I contributed a sequence of seven short poems, taking as my starting point Wordsworth’s ‘The Solitary Reaper’. They were presented as prints, and as a booklet in the display case.
The photographs on the wall are by Tomohiko Ogawa, and show postcards of Scotland ‘matched’ with landscapes in Japan. Tomohiko also took these exhibition photographs.
Some of Alec Finlay’s word-mountains were also shown. There is a fine, informative catalogue; below is a page with Tomohiko’s photographs, including one we used on the cover of The Road North (middle left; on the book cover it’s reversed), and a page with background to my take on ‘The Solitary Reaper’.
After the road-trips of 2010 and 2011, Alec Finlay and I wrote a long poem about our travels on The Road North. It’s now been published in book form by Shearsman as the road north: a journey through Scotland guided by Bashō’s oku-no-hosomichi, 15 May 2010–15 May 2011.
Earlier this year I mentioned that I was taking part in the exhibition Wordsworth and Basho: Walking Poets at Dove Cottage, Grasmere. That exhibition is now up and running – it closes on 2 November – and this post is about three books connected with it.
While yet we may is my contribution to the exhibition. It exists as a boxed set of 68 cards, and as a book. “While yet we may is composed of 17 words from Basho’s Oku no hosomichi (best known in English as The Narrow Road to the Deep North, though I worked mainly from the English translation by Cid Corman and Kamaike Susumu published as Back Roads to Far Towns) and 51 extracts from The Prelude, The Recluse and ‘Lines Composed a Few Miles Above Tintern Abbey’ by William Wordsworth. The idea for While yet we may came from a ‘variable construction’ by the poet Gael Turnbull (1928–2004), which consisted of two sets of cards : one of 28 cards, each featuring a noun, the other of 112 cards, each featuring a qualifying phrase. As Turnbull explained, “any one of the one-hundred-and-twelve phrases may relate to any of the twenty-eight nouns”. Of a published version in which each phrase was paired with a noun he wrote, “this version is no less final than any other”. The same applies to the version of While yet we may printed here.”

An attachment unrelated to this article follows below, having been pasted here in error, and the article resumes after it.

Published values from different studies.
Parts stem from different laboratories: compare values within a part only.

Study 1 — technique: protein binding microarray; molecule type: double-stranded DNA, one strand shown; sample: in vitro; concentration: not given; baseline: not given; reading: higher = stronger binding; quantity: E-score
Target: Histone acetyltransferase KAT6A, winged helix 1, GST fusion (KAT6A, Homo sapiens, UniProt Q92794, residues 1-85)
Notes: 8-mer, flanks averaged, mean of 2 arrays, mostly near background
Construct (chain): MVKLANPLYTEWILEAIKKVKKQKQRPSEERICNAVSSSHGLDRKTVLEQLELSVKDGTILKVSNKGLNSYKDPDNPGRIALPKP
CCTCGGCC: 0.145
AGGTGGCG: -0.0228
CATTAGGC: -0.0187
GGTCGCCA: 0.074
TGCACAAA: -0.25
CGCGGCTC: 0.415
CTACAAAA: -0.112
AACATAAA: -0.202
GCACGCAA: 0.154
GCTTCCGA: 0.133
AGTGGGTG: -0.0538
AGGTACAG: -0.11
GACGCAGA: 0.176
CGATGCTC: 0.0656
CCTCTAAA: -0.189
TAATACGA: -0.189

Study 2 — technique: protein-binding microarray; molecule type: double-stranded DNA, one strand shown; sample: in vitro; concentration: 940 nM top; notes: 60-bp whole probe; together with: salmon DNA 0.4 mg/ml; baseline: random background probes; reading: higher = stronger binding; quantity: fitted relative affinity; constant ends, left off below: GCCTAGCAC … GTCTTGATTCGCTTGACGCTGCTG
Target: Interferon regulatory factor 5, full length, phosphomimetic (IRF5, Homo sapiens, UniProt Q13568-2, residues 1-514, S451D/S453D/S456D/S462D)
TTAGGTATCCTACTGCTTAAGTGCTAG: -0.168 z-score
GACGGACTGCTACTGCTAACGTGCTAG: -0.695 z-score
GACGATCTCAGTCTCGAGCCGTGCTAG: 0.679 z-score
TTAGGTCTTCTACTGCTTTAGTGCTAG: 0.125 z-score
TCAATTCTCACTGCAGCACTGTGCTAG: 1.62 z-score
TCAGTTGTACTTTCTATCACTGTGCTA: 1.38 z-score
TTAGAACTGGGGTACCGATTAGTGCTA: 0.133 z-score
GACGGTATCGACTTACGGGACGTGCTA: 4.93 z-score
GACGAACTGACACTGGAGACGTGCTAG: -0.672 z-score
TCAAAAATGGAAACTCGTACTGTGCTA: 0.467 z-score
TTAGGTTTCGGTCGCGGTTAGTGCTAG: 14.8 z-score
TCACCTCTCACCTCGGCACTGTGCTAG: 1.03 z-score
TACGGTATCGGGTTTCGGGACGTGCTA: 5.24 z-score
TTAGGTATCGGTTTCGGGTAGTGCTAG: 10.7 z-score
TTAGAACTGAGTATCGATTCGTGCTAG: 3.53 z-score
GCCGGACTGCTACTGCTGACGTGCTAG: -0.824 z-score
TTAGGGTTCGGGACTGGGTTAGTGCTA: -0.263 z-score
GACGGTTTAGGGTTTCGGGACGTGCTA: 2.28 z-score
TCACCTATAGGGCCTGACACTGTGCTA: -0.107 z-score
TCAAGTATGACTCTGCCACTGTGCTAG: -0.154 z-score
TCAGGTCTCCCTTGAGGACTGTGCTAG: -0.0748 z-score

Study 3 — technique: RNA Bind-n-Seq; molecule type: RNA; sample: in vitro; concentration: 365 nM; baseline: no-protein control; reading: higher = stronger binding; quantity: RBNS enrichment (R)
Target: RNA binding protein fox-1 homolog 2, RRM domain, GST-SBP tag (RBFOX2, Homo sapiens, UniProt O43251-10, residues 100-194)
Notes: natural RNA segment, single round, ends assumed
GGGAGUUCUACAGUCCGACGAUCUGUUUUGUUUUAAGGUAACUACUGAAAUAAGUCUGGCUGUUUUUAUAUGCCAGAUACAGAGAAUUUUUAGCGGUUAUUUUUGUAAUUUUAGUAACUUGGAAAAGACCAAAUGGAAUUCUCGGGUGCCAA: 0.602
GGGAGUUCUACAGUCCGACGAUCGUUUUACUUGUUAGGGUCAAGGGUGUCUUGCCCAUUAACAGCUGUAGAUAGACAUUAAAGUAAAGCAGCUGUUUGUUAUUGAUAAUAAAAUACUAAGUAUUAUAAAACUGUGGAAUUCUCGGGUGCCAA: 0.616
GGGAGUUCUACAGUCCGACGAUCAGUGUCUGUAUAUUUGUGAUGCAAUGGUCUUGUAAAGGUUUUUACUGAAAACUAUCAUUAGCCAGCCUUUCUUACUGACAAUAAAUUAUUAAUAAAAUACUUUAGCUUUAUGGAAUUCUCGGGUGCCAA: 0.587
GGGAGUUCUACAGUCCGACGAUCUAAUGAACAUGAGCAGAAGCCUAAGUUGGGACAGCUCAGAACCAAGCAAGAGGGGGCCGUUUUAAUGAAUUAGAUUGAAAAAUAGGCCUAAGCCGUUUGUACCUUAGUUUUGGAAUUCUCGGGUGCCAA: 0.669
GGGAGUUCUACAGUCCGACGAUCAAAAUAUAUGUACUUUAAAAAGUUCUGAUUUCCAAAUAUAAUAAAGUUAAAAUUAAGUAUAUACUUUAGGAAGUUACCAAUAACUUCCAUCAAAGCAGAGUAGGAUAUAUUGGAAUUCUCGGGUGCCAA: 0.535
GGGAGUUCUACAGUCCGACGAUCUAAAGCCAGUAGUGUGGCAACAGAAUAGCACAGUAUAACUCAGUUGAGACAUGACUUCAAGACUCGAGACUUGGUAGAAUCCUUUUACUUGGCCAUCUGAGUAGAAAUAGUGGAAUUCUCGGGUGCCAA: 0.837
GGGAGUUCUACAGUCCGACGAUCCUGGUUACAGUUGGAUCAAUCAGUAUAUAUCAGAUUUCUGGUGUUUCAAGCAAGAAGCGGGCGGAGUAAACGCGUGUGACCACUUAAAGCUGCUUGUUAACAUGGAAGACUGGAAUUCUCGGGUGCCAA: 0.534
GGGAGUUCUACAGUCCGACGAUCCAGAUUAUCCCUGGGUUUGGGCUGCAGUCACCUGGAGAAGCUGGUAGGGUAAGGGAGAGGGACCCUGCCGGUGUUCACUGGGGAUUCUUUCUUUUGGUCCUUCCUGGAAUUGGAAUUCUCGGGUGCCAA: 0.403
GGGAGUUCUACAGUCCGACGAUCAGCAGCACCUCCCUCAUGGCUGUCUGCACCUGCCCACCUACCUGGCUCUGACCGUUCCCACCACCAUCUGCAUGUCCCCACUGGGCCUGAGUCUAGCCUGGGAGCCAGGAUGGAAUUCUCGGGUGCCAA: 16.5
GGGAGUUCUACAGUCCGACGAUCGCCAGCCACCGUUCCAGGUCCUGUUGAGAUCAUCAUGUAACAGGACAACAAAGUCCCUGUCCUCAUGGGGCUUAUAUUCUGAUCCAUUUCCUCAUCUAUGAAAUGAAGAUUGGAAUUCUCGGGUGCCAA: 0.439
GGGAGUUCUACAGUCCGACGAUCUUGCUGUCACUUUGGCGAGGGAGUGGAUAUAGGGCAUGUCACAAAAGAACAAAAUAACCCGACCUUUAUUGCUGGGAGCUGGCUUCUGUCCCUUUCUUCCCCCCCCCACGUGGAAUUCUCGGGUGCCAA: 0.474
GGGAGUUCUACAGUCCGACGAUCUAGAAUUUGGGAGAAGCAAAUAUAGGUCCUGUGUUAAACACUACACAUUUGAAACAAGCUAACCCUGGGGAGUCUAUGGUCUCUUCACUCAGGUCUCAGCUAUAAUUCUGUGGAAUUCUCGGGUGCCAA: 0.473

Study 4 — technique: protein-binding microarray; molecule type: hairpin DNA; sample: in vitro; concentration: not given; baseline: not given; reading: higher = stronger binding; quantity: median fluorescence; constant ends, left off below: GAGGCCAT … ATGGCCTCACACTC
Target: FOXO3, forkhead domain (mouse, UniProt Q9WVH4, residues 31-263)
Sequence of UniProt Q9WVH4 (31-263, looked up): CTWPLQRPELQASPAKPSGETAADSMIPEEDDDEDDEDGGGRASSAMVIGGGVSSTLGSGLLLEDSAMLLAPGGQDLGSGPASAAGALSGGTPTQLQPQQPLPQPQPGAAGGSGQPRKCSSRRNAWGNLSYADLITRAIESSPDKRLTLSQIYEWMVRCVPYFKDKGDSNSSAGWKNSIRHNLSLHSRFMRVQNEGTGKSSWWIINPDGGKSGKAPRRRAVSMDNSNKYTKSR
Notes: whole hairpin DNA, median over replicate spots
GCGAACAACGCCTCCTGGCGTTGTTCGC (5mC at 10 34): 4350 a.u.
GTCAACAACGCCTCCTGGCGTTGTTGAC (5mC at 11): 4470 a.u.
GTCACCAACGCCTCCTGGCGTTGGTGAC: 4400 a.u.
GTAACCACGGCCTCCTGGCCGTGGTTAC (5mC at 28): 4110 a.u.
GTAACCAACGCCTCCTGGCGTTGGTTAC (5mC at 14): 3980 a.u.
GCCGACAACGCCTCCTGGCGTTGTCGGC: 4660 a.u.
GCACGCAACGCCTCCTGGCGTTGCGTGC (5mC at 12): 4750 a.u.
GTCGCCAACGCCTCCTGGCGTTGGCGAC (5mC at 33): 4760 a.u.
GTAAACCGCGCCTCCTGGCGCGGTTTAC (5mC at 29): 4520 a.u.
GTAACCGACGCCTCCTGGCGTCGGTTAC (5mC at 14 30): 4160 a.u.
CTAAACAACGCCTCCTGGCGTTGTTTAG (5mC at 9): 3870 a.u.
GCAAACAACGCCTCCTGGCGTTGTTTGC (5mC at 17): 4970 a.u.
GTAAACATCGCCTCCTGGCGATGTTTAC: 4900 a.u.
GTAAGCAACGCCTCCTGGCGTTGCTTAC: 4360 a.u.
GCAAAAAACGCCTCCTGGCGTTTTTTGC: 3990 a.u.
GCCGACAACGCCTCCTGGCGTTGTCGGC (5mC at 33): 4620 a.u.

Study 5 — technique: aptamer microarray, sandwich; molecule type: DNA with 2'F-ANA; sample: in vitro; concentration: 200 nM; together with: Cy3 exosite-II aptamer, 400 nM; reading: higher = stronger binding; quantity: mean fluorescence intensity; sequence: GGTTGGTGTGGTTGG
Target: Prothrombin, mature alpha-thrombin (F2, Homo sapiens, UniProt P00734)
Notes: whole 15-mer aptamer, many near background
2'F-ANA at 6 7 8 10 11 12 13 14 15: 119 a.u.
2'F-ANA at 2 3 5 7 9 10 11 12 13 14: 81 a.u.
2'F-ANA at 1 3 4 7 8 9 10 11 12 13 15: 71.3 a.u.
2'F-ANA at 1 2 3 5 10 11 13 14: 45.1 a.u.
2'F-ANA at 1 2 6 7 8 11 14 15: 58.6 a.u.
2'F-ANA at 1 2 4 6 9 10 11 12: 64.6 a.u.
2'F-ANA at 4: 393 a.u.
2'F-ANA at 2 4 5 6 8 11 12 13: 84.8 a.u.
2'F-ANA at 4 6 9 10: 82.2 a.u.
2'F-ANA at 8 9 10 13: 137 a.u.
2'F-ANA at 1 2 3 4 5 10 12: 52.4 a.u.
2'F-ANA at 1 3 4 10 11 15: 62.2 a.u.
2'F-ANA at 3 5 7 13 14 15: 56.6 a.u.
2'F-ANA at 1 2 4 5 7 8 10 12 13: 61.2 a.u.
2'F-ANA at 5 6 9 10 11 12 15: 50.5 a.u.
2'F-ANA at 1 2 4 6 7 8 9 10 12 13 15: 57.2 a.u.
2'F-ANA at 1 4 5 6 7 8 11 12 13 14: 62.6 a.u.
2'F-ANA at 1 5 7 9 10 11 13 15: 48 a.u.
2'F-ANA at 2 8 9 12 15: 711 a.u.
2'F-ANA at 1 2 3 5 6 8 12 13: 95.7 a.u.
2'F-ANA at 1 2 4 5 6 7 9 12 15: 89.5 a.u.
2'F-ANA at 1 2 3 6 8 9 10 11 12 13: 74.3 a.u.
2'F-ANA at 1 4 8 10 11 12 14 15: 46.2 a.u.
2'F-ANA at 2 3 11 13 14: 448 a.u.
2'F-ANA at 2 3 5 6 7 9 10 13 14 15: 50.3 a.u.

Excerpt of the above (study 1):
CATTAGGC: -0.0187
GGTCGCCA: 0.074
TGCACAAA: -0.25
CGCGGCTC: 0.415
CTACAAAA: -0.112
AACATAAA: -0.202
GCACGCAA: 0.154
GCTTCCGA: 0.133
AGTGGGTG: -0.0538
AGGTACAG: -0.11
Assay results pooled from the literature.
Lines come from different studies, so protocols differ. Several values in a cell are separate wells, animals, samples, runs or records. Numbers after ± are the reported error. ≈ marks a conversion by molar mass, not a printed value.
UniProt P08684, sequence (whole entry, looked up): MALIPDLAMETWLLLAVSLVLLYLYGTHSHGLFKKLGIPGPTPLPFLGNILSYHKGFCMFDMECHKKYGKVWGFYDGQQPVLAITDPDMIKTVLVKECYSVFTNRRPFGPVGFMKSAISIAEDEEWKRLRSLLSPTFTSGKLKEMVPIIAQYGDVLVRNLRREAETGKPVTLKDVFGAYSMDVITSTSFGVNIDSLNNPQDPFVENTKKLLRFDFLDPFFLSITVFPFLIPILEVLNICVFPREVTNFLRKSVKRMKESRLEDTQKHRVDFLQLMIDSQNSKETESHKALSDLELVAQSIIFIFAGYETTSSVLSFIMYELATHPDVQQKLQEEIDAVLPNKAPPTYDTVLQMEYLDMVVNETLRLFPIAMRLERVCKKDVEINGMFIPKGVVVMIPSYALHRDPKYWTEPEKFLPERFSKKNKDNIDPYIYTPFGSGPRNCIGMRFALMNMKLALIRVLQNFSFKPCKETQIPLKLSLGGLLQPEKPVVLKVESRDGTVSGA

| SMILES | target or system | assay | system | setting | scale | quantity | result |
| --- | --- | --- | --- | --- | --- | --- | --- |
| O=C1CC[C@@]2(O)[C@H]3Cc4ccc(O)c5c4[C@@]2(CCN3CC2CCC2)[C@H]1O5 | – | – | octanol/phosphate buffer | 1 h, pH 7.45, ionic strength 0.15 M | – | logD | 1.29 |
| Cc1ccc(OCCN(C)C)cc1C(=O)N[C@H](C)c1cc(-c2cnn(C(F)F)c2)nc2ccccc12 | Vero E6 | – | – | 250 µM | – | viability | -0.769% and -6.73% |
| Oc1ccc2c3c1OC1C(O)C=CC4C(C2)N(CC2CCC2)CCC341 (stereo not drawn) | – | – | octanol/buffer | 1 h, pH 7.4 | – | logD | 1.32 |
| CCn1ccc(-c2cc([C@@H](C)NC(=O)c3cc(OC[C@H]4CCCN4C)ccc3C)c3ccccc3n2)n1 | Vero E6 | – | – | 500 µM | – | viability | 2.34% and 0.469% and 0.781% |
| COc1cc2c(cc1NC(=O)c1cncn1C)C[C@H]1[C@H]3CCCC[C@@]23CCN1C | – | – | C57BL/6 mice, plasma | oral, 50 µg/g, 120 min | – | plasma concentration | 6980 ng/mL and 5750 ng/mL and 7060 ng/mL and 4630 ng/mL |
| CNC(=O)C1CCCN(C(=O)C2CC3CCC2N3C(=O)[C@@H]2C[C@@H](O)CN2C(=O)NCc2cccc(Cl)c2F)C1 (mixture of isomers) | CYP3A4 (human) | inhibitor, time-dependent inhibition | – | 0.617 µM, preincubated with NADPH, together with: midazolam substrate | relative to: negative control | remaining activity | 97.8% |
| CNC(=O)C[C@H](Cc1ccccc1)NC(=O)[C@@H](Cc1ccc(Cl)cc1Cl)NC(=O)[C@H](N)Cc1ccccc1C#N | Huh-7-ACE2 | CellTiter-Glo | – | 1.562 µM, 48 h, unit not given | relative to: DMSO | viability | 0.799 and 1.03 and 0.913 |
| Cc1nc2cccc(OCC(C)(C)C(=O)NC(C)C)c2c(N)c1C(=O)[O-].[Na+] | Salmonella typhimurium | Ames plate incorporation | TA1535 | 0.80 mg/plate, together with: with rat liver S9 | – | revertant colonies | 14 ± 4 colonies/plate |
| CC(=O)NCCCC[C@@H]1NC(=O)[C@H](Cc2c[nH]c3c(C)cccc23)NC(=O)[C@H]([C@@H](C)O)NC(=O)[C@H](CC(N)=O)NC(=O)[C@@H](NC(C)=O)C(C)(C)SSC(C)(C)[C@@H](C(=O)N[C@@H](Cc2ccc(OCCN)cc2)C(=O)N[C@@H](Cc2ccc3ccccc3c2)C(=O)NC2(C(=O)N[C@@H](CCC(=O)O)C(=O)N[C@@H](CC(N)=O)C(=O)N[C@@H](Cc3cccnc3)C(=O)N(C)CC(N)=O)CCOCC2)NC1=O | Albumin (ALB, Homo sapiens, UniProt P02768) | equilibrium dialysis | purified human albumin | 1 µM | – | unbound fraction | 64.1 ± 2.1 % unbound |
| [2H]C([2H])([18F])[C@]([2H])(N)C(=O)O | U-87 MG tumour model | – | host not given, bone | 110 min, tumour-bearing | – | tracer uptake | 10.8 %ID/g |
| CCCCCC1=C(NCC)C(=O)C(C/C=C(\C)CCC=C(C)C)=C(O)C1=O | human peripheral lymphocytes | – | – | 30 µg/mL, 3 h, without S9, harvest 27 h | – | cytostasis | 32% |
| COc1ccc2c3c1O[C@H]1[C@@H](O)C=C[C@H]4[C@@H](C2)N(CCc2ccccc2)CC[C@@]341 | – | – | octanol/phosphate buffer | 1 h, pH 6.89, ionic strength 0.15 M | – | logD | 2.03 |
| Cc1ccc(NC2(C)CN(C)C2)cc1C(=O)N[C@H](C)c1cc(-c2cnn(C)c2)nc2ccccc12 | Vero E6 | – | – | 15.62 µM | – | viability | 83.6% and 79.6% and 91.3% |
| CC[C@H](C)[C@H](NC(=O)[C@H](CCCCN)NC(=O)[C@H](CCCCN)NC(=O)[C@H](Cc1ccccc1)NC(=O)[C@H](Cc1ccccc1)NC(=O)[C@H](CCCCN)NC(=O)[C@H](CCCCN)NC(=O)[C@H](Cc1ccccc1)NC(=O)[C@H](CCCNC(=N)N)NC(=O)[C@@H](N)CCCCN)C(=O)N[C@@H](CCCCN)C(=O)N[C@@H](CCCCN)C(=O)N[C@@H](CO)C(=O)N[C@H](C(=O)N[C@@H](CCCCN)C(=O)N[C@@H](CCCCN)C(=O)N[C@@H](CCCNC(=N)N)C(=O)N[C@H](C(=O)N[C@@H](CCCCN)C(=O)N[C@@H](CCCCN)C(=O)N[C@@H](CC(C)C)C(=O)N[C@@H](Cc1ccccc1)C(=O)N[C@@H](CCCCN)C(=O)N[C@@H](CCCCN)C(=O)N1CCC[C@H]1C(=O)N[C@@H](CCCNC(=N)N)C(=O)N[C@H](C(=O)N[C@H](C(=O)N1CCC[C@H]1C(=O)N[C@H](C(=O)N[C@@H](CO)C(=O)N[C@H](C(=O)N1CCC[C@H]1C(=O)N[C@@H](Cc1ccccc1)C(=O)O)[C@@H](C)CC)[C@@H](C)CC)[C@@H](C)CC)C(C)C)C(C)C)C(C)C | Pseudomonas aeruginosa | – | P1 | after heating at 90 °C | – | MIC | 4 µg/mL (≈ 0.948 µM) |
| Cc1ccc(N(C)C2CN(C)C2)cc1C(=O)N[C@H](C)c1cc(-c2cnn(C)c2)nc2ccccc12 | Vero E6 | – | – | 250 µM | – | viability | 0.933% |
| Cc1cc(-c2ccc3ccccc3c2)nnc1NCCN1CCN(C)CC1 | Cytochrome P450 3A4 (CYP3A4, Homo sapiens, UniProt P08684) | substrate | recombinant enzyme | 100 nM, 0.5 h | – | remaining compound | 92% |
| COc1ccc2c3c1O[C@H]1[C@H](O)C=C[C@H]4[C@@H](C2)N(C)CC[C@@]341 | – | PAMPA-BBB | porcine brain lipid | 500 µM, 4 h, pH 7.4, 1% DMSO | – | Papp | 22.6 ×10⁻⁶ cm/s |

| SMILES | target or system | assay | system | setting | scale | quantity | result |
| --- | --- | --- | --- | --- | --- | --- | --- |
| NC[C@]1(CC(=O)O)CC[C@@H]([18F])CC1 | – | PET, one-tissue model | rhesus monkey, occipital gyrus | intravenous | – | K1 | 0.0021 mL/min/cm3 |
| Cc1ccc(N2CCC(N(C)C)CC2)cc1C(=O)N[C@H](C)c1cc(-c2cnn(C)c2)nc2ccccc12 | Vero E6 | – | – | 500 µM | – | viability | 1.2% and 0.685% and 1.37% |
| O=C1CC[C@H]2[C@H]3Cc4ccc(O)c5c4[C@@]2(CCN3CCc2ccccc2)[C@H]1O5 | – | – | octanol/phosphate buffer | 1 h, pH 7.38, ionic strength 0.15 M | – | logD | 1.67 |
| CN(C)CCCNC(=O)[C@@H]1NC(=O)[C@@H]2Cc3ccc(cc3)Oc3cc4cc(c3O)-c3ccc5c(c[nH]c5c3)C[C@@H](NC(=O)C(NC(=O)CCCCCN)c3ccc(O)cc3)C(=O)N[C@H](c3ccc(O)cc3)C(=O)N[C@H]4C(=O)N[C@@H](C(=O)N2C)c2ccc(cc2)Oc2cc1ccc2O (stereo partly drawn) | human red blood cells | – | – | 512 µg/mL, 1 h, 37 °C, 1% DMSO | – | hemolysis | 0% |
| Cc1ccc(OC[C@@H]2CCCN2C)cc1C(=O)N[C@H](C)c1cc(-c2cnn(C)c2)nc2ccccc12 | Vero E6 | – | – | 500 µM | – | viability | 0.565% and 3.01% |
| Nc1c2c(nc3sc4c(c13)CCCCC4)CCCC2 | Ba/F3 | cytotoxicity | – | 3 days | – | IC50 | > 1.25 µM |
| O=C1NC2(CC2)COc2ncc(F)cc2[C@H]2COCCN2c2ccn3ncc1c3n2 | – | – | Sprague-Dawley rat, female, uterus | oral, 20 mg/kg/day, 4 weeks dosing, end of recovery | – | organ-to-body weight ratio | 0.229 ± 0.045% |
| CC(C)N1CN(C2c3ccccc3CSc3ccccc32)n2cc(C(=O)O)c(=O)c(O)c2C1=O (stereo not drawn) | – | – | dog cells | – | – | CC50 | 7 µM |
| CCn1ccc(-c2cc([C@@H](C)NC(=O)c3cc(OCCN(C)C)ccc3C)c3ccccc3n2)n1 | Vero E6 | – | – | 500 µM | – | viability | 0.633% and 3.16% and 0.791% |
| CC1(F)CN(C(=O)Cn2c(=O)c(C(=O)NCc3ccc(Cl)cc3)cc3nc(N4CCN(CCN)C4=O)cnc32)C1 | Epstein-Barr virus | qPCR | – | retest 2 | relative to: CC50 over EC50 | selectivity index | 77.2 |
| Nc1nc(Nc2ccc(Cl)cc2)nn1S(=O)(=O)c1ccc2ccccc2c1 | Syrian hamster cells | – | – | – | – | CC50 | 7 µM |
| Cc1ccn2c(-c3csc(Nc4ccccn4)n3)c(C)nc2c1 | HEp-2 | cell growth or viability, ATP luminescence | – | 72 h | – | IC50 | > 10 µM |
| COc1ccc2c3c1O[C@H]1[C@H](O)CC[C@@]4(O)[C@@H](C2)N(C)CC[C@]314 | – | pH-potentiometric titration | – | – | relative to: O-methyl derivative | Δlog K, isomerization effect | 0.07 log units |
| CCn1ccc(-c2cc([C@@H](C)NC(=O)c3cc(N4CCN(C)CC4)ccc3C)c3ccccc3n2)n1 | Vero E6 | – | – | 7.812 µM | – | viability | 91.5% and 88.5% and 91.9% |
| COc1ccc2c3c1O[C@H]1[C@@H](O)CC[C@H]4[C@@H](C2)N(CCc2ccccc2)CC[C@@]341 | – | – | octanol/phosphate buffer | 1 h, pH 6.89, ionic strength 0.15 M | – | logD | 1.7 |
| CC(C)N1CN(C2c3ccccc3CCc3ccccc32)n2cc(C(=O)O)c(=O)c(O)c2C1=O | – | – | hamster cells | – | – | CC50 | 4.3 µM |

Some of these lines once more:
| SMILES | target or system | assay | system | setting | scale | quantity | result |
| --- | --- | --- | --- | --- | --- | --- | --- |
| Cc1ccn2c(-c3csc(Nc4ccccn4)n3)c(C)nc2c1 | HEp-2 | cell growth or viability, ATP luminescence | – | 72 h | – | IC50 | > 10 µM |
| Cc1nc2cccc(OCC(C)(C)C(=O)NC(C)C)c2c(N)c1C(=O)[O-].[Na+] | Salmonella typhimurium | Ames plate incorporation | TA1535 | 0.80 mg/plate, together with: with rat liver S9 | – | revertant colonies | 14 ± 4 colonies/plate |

Copies of While yet we may (book and cards) are available from the bookshop at Dove Cottage, at £8.00 and £25.00; alternatively, you can buy them online at Big Cartel.
Alec Finlay’s contribution to Walking Poets is the booklet a-ga : on mountains, which includes pieces composed for the road north.
The exhibition catalogue has now been published, a fine full-colour publication edited by Mike Collier, and featuring work by, among others, Autumn Richardson, Richard Skelton. Ayako Tani and Brian Thompson. You can buy a copy here for only £9.99. One of the photos I took on the walk up Easdale Tarn in January has made its way onto the front cover.
In the grey afternoons and long nights of January, it’s good to be reminded of The Road North, the summer Alec Finlay and I followed the Japanese poets Basho and Sora along the hosomichi, the back roads, of Perthshire, Argyll, the Hebrides and elsewhere.
The big blog is still available, but we’ve also written a long poem about the journey. There are four extracts from it in the new edition of Northwords Now (no. 25) – ‘Glen Lyon’, ‘Loch Etive’, ‘Schiehallion’ and ‘Berneray’– available here; other sections are online at Alec’s blog; more will appear in the spring edition of Shearsman.
Alec Finlay and I have been working on a long poem about the journeys we made for The Road North, and two extracts have been translated into French, and published in the most recent edition of Les Citadelles. Philippe Démeron is the journal’s editor and also the translator, and he has chosen the poems ‘Loch na Tormalaich & Loch Duilleag-bhàite, Kilbride, Argyll’, and ‘The Groves of Isle Maree, Wester Ross’. Our swim among water-lilies,
shucking tangled legs
through greasy stems
I kick a lap
among the stars
becomes in Philippe’s French
pour dégager mes jambes empêtrées
dans des tiges gluantes
je donne un coup de genou
dans les étoiles
while this is our tree-list from Isle Maree and its French equivalent:
birch and chestnut
alder and beech
willow and dog-rose
sycamore and juniper
le bouleau et le châtaignier
l’aulne et le hêtre
le saule et l’églantier
le sycomore et le genévrier